Lucy Brady ’12, who also studied in China last fall through the Yale-PKU program, said that she believes many people do not study abroad because of peer pressure. Brady said that when she told her friends she planned to go to China for a semester, they were surprised and tried to make her rethink her decision.

By going abroad, she said, her friends said that she would be sacrificing part of her Yale experience.

“It’s not that you’re gaining a new experience, it’s that you’re missing out on your Yale experience,” Brady said.

Still, she added that studying abroad was “hands-down the best experience” of her life.

Others attributed Yale’s small study abroad population to broader institutional issues. Eric Jones ’12, who spent his sophomore spring semester in Morocco, noted that academic departments at Yale do not include study abroad as part of their curricula. As a result, he said that for most Yalies going abroad during the academic year is not part of the “quintessential Yale experience.”

Jones, an economics major, added that students majoring in certain departments may have difficulty going abroad because of Yale’s strict policies regarding credit transfers. Jones said he thought departments such as Global Affairs could require students to spend time abroad, but Director of the Jackson Institute for Global Affairs James Levinsohn said that while his department will accommodate students looking to go abroad during the year it does not actively encourage them to do so.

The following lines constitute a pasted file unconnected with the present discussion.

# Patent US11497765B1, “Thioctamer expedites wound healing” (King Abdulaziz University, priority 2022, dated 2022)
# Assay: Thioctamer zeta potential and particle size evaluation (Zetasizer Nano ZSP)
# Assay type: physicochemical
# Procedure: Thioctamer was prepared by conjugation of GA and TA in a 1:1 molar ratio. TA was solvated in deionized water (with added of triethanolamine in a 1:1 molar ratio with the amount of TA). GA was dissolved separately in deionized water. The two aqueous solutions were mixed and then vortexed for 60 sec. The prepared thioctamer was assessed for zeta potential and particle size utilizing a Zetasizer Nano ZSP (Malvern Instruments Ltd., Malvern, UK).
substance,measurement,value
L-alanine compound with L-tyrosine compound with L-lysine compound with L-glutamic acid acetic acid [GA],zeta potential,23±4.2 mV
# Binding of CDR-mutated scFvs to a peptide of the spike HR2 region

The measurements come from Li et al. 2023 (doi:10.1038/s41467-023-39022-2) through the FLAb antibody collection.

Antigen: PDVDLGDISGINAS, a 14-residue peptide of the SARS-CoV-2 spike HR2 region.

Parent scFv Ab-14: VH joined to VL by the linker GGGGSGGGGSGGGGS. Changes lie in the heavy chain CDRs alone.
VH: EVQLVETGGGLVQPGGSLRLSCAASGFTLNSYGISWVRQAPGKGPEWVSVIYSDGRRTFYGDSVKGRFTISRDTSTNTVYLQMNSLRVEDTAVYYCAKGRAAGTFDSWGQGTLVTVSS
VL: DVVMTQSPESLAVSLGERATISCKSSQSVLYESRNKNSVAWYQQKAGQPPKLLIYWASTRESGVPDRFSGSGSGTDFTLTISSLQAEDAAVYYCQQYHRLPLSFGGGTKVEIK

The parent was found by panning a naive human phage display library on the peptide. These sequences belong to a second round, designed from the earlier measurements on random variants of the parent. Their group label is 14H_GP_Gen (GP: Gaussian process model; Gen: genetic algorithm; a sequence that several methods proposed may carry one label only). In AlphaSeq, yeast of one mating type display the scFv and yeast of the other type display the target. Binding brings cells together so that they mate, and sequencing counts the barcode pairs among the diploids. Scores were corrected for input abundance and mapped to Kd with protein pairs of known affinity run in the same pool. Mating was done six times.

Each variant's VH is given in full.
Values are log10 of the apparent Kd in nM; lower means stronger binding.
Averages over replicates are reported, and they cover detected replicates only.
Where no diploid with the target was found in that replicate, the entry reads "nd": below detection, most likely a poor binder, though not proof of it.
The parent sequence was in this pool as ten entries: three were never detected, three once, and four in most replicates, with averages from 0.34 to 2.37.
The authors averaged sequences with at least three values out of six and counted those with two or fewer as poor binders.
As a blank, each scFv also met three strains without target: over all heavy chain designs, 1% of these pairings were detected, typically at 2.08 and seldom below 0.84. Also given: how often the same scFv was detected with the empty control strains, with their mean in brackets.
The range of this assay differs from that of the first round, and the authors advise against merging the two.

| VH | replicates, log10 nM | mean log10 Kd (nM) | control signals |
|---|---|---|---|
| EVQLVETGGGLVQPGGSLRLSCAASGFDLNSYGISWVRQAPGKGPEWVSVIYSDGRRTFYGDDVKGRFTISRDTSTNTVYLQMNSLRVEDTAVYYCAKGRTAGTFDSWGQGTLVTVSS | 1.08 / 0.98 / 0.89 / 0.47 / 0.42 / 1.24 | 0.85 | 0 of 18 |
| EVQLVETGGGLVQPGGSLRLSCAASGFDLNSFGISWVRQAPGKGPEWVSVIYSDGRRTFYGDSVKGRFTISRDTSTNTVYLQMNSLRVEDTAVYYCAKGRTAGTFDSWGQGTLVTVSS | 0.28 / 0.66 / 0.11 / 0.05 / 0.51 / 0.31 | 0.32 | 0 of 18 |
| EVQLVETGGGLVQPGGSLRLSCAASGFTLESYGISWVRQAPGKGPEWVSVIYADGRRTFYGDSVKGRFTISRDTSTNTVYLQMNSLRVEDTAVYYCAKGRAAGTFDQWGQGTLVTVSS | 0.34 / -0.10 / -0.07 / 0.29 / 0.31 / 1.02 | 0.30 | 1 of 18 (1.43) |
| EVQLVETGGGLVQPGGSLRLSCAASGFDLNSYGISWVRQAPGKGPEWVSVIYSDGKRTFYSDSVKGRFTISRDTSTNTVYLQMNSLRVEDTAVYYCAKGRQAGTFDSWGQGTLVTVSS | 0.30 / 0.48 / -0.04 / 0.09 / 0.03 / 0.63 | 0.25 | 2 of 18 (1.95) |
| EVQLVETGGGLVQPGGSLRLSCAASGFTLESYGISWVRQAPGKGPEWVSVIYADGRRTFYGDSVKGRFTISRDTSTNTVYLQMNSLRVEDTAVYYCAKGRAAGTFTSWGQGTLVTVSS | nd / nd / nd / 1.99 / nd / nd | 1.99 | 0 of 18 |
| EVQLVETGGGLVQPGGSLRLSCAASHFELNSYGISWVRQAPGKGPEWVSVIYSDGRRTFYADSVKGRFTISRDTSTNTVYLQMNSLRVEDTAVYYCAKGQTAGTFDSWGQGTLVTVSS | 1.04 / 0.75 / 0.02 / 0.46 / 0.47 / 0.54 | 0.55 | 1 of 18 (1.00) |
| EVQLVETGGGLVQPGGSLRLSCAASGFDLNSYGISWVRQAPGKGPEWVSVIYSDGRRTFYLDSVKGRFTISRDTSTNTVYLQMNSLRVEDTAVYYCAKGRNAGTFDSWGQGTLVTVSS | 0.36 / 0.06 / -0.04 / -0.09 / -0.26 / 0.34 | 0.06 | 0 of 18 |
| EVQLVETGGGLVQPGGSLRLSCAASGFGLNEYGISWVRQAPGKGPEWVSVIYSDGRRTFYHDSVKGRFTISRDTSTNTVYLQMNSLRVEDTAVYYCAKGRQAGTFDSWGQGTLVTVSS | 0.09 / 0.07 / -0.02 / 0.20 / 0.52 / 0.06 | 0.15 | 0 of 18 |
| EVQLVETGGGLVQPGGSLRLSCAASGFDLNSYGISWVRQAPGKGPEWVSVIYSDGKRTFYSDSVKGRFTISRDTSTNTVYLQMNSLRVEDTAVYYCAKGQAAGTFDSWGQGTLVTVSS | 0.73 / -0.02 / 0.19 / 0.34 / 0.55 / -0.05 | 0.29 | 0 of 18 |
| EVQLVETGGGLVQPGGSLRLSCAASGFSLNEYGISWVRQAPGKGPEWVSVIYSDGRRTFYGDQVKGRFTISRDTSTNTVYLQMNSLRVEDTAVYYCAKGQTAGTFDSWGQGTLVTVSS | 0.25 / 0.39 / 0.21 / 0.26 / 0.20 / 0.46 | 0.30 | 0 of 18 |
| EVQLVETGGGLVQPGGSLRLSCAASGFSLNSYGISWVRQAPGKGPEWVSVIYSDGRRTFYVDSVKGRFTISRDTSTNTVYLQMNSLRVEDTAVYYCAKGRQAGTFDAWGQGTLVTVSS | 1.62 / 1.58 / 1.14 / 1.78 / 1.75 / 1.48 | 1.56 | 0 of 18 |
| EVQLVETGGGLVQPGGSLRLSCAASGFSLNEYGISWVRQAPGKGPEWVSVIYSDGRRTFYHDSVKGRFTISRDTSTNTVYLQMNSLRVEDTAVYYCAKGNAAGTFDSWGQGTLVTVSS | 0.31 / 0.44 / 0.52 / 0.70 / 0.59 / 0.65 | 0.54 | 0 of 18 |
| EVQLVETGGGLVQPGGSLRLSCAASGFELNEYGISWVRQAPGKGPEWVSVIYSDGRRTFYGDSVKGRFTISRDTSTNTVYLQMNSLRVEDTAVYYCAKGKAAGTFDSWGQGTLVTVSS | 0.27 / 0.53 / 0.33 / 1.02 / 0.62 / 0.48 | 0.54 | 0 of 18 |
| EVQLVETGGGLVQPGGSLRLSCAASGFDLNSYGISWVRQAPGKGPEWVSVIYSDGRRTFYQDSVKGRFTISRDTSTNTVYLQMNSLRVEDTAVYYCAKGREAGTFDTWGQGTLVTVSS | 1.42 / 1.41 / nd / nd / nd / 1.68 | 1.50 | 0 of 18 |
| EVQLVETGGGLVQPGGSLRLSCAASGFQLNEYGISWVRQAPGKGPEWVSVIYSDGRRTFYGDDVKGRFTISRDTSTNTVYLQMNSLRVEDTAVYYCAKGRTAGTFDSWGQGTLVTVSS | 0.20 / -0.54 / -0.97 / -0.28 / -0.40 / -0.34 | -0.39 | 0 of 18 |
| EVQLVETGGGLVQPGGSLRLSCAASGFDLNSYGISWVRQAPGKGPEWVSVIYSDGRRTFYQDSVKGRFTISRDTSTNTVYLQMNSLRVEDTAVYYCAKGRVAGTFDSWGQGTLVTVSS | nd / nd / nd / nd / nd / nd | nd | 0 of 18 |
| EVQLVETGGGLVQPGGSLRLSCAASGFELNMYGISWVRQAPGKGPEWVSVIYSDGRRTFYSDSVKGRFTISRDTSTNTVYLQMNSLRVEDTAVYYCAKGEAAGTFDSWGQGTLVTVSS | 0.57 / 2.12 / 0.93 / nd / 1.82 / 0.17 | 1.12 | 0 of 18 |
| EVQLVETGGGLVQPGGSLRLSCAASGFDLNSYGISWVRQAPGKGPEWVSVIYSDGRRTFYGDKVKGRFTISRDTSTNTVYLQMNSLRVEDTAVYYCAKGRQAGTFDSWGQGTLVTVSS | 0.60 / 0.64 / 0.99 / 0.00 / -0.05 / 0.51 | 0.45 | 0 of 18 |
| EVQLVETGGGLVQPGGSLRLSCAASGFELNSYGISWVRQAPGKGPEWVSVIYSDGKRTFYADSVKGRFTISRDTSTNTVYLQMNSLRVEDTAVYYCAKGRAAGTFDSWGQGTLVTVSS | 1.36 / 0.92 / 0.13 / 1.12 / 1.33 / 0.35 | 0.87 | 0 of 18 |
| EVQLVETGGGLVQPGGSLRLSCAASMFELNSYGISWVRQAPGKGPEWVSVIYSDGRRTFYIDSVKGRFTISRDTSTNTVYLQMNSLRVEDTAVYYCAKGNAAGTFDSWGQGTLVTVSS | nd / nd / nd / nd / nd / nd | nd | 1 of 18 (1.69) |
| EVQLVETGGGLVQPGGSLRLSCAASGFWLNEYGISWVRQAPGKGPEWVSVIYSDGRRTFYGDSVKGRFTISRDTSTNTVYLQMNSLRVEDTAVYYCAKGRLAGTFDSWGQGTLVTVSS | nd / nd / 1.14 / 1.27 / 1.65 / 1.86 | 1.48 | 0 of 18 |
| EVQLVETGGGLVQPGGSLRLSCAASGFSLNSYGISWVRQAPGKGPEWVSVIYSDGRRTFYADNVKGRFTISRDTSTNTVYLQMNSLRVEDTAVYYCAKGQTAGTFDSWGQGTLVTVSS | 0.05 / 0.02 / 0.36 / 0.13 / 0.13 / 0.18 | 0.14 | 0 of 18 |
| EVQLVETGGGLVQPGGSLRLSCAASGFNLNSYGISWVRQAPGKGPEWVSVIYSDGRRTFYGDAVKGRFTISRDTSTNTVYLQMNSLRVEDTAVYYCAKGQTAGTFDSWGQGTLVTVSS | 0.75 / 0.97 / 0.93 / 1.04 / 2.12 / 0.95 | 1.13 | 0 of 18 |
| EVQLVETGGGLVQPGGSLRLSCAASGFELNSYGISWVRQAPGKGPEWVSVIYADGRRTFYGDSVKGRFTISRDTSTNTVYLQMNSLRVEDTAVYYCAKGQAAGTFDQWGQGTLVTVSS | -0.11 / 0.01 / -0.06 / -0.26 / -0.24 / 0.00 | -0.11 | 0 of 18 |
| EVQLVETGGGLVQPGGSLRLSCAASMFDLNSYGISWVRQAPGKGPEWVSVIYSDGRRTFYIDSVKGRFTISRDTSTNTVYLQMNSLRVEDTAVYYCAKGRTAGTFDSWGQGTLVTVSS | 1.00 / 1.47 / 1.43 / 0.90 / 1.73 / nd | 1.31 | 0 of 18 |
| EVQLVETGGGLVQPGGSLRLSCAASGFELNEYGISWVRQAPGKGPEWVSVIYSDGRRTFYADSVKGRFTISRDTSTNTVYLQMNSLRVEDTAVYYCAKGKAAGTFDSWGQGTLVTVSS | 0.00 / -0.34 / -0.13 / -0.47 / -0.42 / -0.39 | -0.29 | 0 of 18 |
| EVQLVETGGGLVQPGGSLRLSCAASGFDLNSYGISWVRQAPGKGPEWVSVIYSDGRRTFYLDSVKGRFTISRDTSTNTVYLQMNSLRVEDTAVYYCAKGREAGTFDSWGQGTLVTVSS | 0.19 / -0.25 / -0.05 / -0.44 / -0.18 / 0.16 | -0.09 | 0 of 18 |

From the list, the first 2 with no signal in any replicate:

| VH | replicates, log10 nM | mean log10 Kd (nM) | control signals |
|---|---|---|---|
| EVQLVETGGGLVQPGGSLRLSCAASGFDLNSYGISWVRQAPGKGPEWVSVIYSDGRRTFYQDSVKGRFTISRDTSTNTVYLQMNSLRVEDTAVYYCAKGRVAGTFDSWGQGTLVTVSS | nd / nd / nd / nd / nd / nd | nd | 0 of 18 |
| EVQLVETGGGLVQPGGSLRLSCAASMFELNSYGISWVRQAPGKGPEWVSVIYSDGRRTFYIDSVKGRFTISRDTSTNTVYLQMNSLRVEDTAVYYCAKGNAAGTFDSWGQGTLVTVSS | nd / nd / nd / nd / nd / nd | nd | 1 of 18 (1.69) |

To experience academics in another country, Dominic Insogna ’13 — who spent 15 months in China — said Yalies are also generally too involved in schoolwork and extracurriculars to “stop their activities” for a semester.

“But I don’t think it’s a very good reason,” he added. “[Studying abroad] is a once in a lifetime experience.”

TAKING INITIATIVE

Brady said part of the reason students don’t go abroad is they don’t know where to start. She said that she sees little advertising for programs, and applied to the Yale-PKU program after hearing about it through a friend, not through Yale or UCS.

“At times, I feel that UCS is very far, and not only in distance,” she said. “When you go, it’s exceptionally helpful, but you never think to go and you don’t really know that it’s there until you go seek it out yourself. You have to take the initiative.”